Monday, January 29, 2007
Here are some answers to our readers' most frequently asked questions:
Q: Have they given you a date to bring Miles home yet?
A: M-Day remains officially unspecified, but based on his momentum our best guess is somewhere between 5 days and 3 weeks.
Q: How much does he need to weigh before he comes home?
The key benchmarks are not weight or age, but breathing, temperature maintenance and feeding. Miles has been doing well on all three, but still has to master feeding before he can come home. This means taking all of his food by bottle or breast for 48 hours. He's now doing this for about half his feeds, while the rest are still coming via gavage tube through his nose. But the trajectory is very good (he was only doing 1/3 of his feeds this way a few days ago). He can now polish off a bottle of milk (a little over 2 oz) in about 15 minutes, down from half an hour not long ago.
Q: What's your best guess on when you'll get to take him home?
A: When Miles was born (Nov. 18), the doctors told us to expect him to be ready to come home (assuming no major complications) around his original due date (Feb. 8), give or take a week. Feb. 8 is now approaching, and Miles remains on track to graduate by then. Our nurse today suggested it might be sooner, as in a week or so. A few days ago, we each made our own predictions: Feb. 2 (Dean) and Feb. 5 (Lisa).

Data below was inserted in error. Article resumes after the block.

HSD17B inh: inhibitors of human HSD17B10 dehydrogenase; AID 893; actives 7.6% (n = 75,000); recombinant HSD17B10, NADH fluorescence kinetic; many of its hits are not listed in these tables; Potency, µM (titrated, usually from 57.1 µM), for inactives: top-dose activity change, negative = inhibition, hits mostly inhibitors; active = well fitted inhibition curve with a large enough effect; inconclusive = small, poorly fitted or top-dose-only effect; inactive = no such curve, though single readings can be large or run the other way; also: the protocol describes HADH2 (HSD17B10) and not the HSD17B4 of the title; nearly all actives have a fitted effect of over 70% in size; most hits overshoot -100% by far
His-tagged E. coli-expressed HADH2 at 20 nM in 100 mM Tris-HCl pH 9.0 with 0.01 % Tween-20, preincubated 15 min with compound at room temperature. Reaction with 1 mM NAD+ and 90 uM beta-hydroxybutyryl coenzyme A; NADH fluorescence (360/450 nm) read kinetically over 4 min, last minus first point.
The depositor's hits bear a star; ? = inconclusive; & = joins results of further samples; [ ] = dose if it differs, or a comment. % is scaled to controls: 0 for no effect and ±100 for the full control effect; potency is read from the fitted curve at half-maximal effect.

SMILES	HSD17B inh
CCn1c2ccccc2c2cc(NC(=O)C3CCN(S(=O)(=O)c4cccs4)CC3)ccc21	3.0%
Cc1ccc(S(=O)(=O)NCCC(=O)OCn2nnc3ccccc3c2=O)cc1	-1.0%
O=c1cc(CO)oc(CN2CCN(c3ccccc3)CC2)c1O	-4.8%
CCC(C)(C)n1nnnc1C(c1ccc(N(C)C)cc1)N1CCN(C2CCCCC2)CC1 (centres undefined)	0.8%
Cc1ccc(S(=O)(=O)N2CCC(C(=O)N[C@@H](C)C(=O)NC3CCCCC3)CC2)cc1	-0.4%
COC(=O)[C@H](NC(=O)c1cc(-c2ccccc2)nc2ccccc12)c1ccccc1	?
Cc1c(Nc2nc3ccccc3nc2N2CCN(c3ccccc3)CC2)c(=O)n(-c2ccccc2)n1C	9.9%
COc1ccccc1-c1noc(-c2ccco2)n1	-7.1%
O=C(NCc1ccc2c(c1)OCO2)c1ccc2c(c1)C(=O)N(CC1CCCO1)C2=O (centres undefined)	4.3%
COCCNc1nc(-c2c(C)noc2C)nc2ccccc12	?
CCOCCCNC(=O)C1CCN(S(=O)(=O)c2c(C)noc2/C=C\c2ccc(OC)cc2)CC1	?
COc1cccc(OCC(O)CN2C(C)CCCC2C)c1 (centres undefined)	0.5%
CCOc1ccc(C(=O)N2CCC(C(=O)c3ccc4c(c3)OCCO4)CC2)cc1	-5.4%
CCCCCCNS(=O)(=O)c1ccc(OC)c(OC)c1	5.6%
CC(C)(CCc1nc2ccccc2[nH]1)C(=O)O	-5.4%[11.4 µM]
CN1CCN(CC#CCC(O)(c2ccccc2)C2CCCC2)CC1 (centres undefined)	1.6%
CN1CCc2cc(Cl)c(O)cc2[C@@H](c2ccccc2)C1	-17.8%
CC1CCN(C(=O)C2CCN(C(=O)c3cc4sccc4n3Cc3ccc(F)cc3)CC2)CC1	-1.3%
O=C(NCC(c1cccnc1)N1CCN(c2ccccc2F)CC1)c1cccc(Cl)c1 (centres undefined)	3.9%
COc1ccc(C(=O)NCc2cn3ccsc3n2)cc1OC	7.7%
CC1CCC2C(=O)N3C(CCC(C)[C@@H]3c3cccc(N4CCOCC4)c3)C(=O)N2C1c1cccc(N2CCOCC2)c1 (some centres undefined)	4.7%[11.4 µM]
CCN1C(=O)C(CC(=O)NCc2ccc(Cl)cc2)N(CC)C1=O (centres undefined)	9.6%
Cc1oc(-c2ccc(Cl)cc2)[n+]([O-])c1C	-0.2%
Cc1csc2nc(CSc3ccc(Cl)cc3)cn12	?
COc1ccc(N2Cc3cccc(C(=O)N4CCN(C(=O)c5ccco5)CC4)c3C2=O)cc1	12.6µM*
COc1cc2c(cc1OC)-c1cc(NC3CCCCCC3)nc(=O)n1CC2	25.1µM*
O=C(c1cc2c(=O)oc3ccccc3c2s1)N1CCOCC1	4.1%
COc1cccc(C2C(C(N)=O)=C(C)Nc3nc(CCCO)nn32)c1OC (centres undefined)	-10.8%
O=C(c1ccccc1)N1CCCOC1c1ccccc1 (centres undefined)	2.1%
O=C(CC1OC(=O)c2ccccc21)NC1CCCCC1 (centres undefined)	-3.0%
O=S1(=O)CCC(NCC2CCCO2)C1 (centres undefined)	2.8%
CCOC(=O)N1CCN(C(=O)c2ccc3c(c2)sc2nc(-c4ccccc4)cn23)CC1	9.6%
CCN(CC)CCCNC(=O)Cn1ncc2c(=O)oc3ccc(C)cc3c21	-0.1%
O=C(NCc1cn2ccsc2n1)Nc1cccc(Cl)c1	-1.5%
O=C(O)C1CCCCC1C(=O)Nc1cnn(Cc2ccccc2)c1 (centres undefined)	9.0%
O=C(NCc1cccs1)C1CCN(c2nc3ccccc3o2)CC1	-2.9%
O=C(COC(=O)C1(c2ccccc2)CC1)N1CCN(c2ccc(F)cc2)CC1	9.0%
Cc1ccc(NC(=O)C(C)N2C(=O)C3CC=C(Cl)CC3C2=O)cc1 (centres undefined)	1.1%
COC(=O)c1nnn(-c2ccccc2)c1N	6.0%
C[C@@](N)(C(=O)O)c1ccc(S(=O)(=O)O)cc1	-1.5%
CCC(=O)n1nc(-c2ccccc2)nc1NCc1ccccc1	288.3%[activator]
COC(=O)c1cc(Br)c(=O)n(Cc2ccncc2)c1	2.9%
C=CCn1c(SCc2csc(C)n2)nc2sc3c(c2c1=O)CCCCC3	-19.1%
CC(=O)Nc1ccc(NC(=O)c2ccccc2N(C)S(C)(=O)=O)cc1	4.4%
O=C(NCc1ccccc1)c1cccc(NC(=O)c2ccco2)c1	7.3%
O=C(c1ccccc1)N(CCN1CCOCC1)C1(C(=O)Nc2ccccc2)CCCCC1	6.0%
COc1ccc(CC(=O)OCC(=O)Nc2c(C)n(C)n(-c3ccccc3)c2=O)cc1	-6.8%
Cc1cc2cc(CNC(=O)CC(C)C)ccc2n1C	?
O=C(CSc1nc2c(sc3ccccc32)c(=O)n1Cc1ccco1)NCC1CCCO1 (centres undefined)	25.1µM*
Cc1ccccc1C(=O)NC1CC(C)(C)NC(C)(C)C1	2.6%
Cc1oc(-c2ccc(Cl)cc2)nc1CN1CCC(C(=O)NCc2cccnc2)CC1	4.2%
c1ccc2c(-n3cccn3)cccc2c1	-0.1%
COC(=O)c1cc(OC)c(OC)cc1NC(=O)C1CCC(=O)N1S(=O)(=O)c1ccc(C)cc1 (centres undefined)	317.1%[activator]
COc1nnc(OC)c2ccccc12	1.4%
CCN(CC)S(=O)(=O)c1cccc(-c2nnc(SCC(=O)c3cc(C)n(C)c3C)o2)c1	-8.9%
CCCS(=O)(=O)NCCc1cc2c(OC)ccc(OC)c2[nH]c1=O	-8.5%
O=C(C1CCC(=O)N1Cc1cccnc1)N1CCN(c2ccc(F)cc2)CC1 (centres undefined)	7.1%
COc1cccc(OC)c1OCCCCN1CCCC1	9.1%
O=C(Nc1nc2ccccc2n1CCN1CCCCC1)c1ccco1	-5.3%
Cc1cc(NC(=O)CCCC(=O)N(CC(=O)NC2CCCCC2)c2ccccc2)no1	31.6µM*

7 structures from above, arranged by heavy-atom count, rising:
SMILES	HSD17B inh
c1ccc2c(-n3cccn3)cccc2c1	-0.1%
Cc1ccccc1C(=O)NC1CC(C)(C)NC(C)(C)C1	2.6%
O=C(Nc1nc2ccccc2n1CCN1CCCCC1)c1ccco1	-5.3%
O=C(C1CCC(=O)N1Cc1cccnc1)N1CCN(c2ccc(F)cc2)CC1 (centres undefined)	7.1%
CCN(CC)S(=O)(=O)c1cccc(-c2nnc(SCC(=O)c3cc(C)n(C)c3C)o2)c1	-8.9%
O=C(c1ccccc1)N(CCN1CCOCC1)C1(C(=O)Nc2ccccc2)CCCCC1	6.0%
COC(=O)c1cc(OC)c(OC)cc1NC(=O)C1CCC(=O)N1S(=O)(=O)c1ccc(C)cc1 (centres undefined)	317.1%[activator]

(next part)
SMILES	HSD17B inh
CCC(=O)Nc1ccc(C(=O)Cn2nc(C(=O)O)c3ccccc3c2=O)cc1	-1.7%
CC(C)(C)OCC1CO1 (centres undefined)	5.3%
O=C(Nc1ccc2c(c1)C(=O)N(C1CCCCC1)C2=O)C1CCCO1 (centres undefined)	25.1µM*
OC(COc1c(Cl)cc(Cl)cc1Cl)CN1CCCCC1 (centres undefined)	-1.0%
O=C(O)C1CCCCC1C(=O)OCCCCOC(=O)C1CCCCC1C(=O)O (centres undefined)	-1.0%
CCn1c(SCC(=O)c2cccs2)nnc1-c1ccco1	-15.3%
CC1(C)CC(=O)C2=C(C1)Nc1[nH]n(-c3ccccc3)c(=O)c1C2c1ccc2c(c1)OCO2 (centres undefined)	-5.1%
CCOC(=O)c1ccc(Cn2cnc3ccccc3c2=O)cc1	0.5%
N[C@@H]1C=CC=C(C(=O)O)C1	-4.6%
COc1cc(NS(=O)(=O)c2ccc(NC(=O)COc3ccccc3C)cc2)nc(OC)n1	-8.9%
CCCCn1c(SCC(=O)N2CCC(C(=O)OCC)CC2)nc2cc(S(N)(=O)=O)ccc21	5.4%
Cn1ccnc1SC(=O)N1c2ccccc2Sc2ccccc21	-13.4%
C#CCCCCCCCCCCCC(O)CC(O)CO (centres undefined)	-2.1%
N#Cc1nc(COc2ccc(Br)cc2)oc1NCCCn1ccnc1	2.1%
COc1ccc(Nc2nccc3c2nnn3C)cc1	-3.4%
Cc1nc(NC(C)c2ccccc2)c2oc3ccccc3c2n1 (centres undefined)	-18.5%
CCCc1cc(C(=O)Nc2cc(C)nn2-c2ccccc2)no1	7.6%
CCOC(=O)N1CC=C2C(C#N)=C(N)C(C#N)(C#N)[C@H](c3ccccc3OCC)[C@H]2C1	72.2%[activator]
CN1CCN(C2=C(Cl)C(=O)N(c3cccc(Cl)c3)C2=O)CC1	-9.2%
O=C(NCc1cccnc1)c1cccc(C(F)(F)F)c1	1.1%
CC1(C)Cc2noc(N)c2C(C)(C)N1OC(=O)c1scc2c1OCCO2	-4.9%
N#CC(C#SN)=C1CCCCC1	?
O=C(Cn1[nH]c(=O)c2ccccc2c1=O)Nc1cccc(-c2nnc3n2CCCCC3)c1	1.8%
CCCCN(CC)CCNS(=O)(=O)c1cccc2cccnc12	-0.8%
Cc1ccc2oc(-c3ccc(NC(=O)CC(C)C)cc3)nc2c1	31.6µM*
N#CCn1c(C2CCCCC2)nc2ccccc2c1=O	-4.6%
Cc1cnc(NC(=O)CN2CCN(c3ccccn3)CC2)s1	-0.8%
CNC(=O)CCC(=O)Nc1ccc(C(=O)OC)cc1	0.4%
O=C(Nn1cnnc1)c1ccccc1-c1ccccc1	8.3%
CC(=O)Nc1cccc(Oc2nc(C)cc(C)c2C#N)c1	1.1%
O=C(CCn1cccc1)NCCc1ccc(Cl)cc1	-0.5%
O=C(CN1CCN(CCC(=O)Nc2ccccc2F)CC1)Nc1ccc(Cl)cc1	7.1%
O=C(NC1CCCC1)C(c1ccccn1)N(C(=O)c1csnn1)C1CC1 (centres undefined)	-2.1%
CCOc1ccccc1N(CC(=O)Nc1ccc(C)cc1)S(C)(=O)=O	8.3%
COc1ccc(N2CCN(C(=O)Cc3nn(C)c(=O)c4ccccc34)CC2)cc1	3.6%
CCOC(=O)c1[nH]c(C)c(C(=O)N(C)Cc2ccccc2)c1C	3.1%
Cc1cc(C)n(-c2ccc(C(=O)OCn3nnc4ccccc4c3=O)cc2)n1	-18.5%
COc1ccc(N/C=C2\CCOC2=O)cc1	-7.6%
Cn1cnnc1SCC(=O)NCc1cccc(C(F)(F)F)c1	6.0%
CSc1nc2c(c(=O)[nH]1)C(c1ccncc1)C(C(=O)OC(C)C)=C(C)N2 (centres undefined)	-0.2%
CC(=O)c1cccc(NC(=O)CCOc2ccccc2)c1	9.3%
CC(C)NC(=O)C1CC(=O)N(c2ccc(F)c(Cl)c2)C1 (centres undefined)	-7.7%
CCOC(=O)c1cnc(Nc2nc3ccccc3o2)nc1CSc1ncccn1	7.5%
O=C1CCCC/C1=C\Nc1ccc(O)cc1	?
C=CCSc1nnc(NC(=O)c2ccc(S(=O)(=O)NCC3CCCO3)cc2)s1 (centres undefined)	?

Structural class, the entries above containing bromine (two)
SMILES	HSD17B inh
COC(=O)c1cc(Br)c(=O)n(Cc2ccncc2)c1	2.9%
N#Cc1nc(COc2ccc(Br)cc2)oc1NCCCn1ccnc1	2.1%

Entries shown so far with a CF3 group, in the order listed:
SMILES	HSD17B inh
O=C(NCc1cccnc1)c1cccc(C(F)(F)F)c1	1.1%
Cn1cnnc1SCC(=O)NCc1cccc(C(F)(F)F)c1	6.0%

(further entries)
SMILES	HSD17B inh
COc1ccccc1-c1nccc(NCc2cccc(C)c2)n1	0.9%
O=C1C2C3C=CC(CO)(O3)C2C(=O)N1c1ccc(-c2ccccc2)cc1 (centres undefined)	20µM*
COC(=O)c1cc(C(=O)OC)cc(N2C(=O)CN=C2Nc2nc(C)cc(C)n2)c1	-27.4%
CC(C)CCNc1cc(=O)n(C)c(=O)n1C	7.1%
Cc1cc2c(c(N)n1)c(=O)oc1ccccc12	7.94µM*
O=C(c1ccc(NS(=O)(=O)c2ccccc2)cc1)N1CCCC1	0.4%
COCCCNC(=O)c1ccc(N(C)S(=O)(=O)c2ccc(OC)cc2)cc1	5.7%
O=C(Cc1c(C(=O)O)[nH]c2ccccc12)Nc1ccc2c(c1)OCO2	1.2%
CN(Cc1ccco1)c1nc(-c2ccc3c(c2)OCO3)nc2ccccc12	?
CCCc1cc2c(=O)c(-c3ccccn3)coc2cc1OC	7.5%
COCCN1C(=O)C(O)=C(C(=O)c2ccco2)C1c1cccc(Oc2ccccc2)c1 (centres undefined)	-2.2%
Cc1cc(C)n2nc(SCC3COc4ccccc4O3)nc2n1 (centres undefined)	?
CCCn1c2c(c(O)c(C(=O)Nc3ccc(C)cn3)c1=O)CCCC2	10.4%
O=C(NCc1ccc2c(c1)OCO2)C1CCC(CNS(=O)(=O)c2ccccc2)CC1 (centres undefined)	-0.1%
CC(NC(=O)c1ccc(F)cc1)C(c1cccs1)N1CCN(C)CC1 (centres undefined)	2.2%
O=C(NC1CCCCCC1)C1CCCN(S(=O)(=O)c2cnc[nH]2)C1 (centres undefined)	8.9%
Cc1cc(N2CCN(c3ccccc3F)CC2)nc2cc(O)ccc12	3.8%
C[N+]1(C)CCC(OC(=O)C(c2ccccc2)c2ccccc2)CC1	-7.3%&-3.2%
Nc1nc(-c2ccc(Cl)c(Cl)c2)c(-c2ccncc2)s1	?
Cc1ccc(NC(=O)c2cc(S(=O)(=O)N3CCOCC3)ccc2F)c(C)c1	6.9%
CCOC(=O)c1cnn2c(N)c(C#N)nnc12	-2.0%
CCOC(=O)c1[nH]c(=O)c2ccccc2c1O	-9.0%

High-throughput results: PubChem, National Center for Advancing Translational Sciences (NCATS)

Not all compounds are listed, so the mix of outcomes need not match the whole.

Q: Is the wait driving you crazy?
A: Well, we were crazy to begin with . . . .
We're anxious to get Miles home, but at the same time, we don't want to rush him.
Q: Will he come home on any special monitors or other special equipment?
A: Swedish Hospital does not send babies home on apnea monitors and only rarely on supplemental oxygen. Miles no longer needs oxygen (other than what's available to you and me) and we have learned to recognize any bradycardias and apneas that may occur during feeding . . . other than that, we will have confidence and belief that our baby will be fine. Oh yeah, we took an infant CPR course too.
Q: What is that red blotch above his lip?
A: It's a hemangioma (strawberry birthmark). It is a badge of the circumstances he has come from, as these are common in premature babies. It will continue to get bigger and then it will get smaller and likely eventually disappear. This process could take a handful of years. Our pediatrician will keep a close eye on it to make sure that it does not impede his ability to feed.
Q: Can you take him out in public? Can you have visitors?
A: Premature babies like Miles are especially vulnerable to infection. Our neonatalgist told us that we have "full license to be hard-core protective" about Miles. We need to be very careful during cold and flu season, especially this year. We can walk outside and go in public to a limited degree if no one touches him. We can have visitors if no one is sick. We will be encouraging extensive hand-washing.
Q: Will you take time off of work when Miles comes home?
A: Lisa - Lisa's original maternity-leave plan seemed to dissolve as quickly as her third trimester. Luckily, her employers have been creative, patient and understanding. At this point, since we still do not have a baby at home, she is obviously not ready to go back to work. Once we collect our child and get him home for a bit, we may have a better idea of what the future might hold.
Dean - Dean will take some time off and then work from home a bit and ultimately return to the office, likely a bit red-eyed.
- Lisa & Dean
Posted by dgf at 6:41 AM